Leaders of eight Balkan nations that emerged from the violent breakup of Yugoslavia pledged closer ties and support for future European Union membership bids in a meeting co-chaired by French President Francois Hollande.
This is the second time that the heads of former Yugoslav republics and Albania have met after Croatia became the 28th member of the EU on July 1, as the bloc’s leaders press Balkan nations to make the region more secure and prosperous.
“We cannot leave behind a chunk of Europe, such as the western Balkans, which has experienced tragic history, if we want a Europe of peace and conciliation” Hollande told reporters today in Brdo pri Kranju, Slovenia, which has been an EU member since 2004. The venue is an Alpine retreat developed by former Yugoslav strongman Josip Broz Tito.
The EU deepened its presence in the Balkan peninsula this month by admitting Croatia as the second former Yugoslav republic to join the world’s largest trading bloc. Waiting in the wings are Montenegro, Macedonia and Serbia, which must still overhaul judicial and economic systems and create a lasting peace in a region devastated by war in the 1990s.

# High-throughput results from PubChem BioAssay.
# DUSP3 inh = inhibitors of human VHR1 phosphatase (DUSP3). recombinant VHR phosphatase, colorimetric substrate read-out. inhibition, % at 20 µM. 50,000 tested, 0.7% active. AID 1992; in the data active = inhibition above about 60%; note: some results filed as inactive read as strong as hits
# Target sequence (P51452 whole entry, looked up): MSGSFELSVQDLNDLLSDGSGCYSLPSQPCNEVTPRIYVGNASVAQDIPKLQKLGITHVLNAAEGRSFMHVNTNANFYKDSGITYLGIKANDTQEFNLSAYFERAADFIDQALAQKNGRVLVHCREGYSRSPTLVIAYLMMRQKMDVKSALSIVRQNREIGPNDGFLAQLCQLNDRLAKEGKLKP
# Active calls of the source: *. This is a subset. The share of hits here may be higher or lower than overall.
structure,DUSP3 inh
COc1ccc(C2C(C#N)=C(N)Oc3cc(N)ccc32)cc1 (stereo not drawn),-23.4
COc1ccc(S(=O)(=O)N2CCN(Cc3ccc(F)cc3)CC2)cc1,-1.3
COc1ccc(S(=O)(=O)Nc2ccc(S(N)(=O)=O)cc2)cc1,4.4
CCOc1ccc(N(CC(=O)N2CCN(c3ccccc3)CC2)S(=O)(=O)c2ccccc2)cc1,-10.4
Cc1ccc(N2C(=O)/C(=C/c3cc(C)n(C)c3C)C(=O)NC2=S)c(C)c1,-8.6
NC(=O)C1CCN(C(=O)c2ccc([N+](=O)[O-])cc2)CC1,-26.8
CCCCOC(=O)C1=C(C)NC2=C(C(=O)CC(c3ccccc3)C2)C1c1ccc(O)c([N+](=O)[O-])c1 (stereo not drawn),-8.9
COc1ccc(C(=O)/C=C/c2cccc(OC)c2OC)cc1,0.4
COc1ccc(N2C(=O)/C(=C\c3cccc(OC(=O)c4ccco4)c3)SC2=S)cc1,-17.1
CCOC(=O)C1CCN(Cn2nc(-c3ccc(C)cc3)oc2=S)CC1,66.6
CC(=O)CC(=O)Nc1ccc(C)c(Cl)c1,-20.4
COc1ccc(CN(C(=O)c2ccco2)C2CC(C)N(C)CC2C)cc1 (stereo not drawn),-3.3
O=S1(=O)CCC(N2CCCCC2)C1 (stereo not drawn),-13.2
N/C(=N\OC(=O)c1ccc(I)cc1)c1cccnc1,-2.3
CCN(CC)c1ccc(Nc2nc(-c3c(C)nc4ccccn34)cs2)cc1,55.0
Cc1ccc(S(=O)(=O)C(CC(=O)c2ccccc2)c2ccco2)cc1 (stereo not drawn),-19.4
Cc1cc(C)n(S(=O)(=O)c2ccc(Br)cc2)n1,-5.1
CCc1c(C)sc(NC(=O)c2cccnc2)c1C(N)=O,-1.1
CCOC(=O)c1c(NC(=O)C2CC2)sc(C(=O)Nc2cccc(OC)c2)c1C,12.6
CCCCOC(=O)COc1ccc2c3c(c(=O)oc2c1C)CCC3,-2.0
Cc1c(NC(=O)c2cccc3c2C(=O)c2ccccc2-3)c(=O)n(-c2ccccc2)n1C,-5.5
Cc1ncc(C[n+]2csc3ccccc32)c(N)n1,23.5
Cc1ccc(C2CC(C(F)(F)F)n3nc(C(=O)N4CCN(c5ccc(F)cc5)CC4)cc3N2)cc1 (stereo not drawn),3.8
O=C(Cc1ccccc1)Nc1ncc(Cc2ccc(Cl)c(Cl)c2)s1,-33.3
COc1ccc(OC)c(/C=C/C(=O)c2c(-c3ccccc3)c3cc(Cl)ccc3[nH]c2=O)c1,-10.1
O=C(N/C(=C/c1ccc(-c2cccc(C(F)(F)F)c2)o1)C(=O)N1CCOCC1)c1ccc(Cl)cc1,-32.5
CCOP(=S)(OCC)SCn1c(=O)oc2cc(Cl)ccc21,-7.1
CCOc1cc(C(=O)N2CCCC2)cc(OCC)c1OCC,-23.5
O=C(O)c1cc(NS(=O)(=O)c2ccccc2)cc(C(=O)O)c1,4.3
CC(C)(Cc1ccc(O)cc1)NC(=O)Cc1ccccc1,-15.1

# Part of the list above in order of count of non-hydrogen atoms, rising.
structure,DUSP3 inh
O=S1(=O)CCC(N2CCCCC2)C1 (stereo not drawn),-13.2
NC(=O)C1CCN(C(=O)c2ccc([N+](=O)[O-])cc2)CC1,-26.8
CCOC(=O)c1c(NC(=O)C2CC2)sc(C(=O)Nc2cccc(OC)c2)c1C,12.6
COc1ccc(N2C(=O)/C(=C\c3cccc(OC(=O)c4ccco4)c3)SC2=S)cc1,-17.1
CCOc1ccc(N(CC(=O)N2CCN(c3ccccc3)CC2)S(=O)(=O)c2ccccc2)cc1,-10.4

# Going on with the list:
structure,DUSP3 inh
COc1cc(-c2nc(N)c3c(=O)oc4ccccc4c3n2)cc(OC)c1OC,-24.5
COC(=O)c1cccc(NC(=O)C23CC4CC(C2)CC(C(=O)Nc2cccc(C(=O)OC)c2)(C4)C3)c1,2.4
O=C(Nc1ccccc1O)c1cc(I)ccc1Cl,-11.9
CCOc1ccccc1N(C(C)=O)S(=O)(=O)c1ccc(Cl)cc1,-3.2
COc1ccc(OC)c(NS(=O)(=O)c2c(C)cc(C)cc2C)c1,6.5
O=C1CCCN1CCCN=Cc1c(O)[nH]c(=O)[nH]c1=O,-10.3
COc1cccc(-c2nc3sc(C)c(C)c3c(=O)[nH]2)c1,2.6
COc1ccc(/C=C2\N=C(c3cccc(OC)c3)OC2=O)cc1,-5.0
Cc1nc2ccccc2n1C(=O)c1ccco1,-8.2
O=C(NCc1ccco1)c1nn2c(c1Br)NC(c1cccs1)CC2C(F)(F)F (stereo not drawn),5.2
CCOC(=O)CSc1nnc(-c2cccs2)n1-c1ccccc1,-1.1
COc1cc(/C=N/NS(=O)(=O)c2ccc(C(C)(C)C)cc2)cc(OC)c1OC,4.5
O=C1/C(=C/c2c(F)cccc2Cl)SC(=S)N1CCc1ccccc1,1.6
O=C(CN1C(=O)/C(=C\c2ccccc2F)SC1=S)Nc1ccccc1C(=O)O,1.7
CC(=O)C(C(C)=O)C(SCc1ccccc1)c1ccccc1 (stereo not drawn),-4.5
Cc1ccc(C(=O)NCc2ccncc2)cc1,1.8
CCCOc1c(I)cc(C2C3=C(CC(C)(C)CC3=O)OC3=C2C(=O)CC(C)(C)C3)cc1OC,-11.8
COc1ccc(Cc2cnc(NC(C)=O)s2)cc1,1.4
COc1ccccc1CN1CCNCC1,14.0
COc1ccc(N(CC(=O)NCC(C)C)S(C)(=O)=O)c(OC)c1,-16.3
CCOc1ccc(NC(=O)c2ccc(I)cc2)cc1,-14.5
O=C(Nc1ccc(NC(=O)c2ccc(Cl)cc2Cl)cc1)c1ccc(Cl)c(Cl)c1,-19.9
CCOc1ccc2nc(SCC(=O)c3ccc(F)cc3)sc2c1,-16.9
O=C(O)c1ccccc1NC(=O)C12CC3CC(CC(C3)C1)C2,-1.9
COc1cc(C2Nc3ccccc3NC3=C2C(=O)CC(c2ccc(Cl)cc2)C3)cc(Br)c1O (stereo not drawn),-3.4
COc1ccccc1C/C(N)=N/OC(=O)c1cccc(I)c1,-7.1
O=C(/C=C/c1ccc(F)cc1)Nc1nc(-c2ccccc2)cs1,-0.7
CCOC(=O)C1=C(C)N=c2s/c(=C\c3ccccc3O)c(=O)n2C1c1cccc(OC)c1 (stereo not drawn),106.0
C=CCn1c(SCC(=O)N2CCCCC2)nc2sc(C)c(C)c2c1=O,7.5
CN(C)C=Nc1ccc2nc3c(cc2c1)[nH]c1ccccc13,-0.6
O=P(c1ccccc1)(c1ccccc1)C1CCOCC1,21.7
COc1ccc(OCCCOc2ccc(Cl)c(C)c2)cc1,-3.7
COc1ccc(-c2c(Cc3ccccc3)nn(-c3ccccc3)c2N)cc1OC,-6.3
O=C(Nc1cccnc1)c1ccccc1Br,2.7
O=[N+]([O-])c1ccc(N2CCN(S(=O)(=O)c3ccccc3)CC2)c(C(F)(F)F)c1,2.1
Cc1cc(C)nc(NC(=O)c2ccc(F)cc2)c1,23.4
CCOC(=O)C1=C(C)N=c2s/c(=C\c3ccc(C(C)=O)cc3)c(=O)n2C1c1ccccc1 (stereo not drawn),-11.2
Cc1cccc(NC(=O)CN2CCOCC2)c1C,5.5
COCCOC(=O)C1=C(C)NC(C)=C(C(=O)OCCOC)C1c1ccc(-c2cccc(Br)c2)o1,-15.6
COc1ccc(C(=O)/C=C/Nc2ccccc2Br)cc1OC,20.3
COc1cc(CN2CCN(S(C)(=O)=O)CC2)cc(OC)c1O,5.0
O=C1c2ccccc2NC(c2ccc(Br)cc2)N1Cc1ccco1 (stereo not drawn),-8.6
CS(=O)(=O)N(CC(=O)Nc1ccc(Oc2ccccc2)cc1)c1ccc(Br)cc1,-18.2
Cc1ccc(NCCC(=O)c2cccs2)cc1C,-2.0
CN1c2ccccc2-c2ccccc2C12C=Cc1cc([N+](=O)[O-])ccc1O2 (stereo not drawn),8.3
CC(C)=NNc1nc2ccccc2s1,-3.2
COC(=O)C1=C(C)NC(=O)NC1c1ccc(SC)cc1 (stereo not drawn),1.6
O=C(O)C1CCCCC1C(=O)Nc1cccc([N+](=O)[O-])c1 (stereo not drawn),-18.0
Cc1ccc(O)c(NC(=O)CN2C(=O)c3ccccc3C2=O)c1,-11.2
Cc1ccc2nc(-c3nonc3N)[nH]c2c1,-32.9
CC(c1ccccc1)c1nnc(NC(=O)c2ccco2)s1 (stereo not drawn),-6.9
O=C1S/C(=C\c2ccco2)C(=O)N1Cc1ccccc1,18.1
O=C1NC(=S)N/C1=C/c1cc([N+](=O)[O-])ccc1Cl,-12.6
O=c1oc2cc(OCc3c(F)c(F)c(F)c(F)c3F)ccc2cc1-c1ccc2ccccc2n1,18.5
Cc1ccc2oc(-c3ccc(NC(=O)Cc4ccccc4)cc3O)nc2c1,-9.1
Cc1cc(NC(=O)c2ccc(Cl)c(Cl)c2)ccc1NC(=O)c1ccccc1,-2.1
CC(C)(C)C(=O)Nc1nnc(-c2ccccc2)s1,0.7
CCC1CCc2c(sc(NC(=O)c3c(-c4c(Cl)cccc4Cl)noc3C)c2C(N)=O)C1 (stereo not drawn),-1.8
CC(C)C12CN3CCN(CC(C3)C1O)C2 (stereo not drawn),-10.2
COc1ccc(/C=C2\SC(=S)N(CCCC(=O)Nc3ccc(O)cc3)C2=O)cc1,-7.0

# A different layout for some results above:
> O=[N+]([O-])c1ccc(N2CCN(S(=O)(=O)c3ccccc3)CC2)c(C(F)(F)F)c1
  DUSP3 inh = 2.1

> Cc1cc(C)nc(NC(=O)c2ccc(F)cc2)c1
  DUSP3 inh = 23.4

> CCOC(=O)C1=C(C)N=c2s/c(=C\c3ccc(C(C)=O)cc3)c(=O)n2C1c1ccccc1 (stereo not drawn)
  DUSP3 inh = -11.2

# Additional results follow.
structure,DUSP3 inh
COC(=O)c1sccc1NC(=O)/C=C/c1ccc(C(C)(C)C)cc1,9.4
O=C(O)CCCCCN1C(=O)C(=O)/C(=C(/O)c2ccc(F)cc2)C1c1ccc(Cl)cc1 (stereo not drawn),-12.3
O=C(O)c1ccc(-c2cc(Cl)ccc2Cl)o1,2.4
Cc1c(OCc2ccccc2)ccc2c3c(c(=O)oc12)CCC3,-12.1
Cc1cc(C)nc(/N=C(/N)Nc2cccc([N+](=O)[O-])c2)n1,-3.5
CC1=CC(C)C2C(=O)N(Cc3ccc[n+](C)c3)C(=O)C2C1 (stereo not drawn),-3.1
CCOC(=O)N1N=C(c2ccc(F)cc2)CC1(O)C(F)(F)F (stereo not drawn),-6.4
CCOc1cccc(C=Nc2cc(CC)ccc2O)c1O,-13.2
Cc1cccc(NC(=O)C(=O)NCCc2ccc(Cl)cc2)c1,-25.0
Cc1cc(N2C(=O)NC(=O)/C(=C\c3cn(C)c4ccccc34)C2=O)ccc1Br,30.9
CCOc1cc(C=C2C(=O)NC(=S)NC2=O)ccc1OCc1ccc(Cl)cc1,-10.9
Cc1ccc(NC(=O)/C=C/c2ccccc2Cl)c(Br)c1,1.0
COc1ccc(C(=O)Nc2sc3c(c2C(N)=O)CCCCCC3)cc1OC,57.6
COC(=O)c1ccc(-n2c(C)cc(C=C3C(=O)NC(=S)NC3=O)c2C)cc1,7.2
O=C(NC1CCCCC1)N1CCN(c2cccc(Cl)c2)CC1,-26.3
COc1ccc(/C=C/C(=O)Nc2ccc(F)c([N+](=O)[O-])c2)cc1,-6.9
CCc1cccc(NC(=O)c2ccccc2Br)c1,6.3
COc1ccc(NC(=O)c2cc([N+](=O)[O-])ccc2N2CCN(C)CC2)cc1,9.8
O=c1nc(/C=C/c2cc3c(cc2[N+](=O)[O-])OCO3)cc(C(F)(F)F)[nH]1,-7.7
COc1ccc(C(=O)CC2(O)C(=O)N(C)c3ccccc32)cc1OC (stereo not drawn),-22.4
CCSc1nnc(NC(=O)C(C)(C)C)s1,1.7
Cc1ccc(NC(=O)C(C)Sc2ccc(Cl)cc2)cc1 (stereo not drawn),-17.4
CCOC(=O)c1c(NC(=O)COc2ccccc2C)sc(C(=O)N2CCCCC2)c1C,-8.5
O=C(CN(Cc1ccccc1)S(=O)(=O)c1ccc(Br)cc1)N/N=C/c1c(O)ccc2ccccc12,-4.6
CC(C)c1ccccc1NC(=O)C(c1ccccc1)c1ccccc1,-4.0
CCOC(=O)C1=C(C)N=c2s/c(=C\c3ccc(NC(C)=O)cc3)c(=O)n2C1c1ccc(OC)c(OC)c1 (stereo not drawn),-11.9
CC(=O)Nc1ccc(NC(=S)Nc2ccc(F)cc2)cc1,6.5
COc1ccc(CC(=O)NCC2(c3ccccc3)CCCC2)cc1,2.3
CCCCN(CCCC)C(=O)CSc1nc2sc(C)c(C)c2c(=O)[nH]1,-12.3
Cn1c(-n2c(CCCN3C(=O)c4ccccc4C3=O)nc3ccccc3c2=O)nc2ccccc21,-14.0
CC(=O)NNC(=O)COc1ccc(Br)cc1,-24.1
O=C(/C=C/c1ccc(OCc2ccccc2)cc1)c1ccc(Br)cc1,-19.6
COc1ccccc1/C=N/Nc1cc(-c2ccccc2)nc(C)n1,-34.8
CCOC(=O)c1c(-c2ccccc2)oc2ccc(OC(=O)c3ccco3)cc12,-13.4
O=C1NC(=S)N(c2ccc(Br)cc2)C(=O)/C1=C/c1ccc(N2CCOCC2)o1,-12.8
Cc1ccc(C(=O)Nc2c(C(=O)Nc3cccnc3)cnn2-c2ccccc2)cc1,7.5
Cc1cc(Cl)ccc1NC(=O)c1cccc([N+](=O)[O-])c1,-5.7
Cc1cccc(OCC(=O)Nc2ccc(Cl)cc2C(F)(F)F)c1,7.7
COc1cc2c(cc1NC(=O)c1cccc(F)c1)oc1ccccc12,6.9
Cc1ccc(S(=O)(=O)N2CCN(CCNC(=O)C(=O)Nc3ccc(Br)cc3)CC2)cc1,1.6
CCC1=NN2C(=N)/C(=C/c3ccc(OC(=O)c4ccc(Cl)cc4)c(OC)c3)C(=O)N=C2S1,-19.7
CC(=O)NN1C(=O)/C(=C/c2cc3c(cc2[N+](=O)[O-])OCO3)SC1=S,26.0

The focus is now on Serbia, the largest of the former Yugoslav states, and its relations with its former province, Kosovo. Bosnia-Herzegovina, sandwiched between Croatia and Serbia, also remains under international supervision.
Serbia is expected to start EU entry talks by 2014 as long as it continues to show progress in fixing ties with Kosovo, which is recognized as an independent state by more than 100 countries, including 23 EU nations and the U.S. Stefan Fule, the EU’s Enlargement Commissioner, told Serbian lawmakers July 18 that talks will focus first on the judiciary and human rights. Ultra-nationalists on both sides have condemned the process.
As the former Yugoslavia fell apart in the continent’s bloodiest fighting since World War II, the development of roads, bridges, utilities and other infrastructure was hampered, putting the region behind other post-communist nations that joined the EU in 2004, including the Czech Republic, Slovakia and Poland.
The western Balkans, where the unemployment rate averages 22.8 percent, remains heavily reliant on the euro area for investment and trade, whose own recession is preventing acceleration in the economic recovery of the Balkans, the World Bank said June 18. Growth should be driven by energy, agriculture and exports, it said.